So what does Jesus’ baptism mean for us? Why should this story have any impact on our lives over 2000 years after it happened?


            Because it shows us just how Jesus saves us from sin and death. Jesus doesn’t avoid the weakness of humanity. He goes more deeply into it. He goes down, into the muck and mess of what it means to be human with us, and brings us up with him into the light of the sun. He raises us up with him, to be a new creation. It’s like swimming lessons. When we first learn to swim, we go gradually into deeper and deeper waters. The instructor is with us at our side as we begin to learn how to swim in the deep end of the pool for the first time, when we learn how to dive, when we learn different ways of moving through the water. It’s like that with Jesus. Jesus helps us become more and more like he is by becoming just like us.


            And much is the same with our baptism. When we are baptized, we hear the same words that Jesus heard – perhaps not in the same, dramatic way – but the same words nonetheless. We hear that we are children of God; that we are beloved; that God is pleased to welcome us into his family. What Jesus is by nature we become by adoption. But we don’t only become more identified with Jesus in the completeness of his being. We are also more deeply identified with sinful, weak humanity as a whole. Just as Jesus was thrust more deeply into the human mess in his baptism, so are we in ours. Baptism isn’t some magic ritual that helps us escape the troubles that come with being human. Just the opposite.


            The Christian life is an adventure, a life of learning more about what it means to be human. It isn’t a life of escapism, but of going bravely where Jesus leads us. If you wonder why I periodically sprinkle you with water on days like today, it isn’t for the pastor’s amusement! It is to remind you of what your baptism has done for you. You are both children of God and children of humanity, as Jesus is. And as we journey deeper with Jesus into what it means to be human, we will find ourselves being changed.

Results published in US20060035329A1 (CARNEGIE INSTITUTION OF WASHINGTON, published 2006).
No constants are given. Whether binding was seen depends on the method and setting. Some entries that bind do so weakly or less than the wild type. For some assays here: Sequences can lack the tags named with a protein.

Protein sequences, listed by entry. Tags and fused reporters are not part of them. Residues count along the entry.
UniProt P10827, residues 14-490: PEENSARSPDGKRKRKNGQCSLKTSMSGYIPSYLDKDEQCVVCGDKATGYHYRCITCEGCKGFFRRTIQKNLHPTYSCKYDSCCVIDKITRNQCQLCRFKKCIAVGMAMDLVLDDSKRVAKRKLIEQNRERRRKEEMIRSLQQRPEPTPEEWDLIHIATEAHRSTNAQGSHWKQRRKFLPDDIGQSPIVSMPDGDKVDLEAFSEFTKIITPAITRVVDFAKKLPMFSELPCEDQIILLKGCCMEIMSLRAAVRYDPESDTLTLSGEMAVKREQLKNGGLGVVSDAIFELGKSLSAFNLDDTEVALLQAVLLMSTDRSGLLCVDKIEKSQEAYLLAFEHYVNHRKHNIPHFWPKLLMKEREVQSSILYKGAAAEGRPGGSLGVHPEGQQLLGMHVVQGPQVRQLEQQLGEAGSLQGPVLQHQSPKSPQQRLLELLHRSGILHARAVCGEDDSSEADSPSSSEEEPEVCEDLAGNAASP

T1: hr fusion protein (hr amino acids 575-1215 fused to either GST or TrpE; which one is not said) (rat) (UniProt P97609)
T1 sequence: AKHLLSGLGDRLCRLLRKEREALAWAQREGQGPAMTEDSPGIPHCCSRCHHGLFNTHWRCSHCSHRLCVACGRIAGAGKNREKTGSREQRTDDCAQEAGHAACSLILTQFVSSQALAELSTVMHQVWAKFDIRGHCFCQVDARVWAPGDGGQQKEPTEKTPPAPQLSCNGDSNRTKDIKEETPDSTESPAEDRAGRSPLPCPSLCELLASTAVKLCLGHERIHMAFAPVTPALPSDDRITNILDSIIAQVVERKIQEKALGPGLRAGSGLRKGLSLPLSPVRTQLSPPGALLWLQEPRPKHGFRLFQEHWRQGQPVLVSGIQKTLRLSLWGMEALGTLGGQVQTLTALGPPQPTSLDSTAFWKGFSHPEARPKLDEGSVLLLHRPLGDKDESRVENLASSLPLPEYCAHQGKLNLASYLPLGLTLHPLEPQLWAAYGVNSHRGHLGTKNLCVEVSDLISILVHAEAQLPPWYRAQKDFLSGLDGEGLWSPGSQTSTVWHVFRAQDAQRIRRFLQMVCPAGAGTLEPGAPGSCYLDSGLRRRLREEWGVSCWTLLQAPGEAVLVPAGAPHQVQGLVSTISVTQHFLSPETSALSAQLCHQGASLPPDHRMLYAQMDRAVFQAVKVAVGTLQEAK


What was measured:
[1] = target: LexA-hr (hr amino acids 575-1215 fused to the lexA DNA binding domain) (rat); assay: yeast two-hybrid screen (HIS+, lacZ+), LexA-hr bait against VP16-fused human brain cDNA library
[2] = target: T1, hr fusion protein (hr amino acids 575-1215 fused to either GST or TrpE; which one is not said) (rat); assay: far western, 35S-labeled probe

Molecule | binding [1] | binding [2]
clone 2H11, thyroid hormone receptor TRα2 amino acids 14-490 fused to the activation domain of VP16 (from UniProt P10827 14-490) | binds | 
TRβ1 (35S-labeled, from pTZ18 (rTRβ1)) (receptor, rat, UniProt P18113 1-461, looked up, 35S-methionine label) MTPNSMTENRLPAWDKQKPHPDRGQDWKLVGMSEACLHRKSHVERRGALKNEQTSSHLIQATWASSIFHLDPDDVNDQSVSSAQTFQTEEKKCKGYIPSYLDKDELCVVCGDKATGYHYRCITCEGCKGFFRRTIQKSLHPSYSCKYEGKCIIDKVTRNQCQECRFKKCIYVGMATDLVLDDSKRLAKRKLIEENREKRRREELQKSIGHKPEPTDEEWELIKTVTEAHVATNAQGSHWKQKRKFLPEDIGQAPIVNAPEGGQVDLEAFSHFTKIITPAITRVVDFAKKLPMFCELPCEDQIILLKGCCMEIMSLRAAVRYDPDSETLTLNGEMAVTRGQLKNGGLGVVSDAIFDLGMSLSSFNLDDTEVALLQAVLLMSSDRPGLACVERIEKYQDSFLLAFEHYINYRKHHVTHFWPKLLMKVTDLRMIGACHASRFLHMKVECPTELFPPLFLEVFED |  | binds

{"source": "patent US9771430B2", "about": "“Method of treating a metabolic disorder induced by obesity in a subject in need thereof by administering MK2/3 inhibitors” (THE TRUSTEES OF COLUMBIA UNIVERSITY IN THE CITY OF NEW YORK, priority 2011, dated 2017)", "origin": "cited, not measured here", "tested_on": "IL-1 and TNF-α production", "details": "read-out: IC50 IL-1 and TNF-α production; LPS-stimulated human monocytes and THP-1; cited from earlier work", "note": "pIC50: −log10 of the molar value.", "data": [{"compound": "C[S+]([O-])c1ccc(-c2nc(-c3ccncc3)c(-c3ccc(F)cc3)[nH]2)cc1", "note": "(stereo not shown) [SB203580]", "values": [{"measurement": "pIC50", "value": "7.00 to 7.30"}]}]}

You also need bread for the journey, which is why Holy Communion is so important. For those of you who have read or watched The Lord of the Rings, you know that Sam and Frodo couldn’t make it to Mount Doom without the help of Lembas bread, the elven bread made for long journeys. Holy Communion is our Lembas bread, sustaining and strengthening our faith, for the Christian life.


            From beginning to end, Jesus is by us in all things, strengthening us for the descent into humanity so that we can ascend to eternal life in his presence. God help us all feel that strength today.


            Let us pray.


            Lord Jesus, you did not escape humanity’s pain, but went deeper into it. Through our baptism, we too go deeper into the chaos of humanity, trusting that you will bring us up from the water to share in eternal life with you. Amen.


© 2018, David M. Fleener. Permission granted to copy and adapt original material herein for non-commercial purposes with appropriate credit given.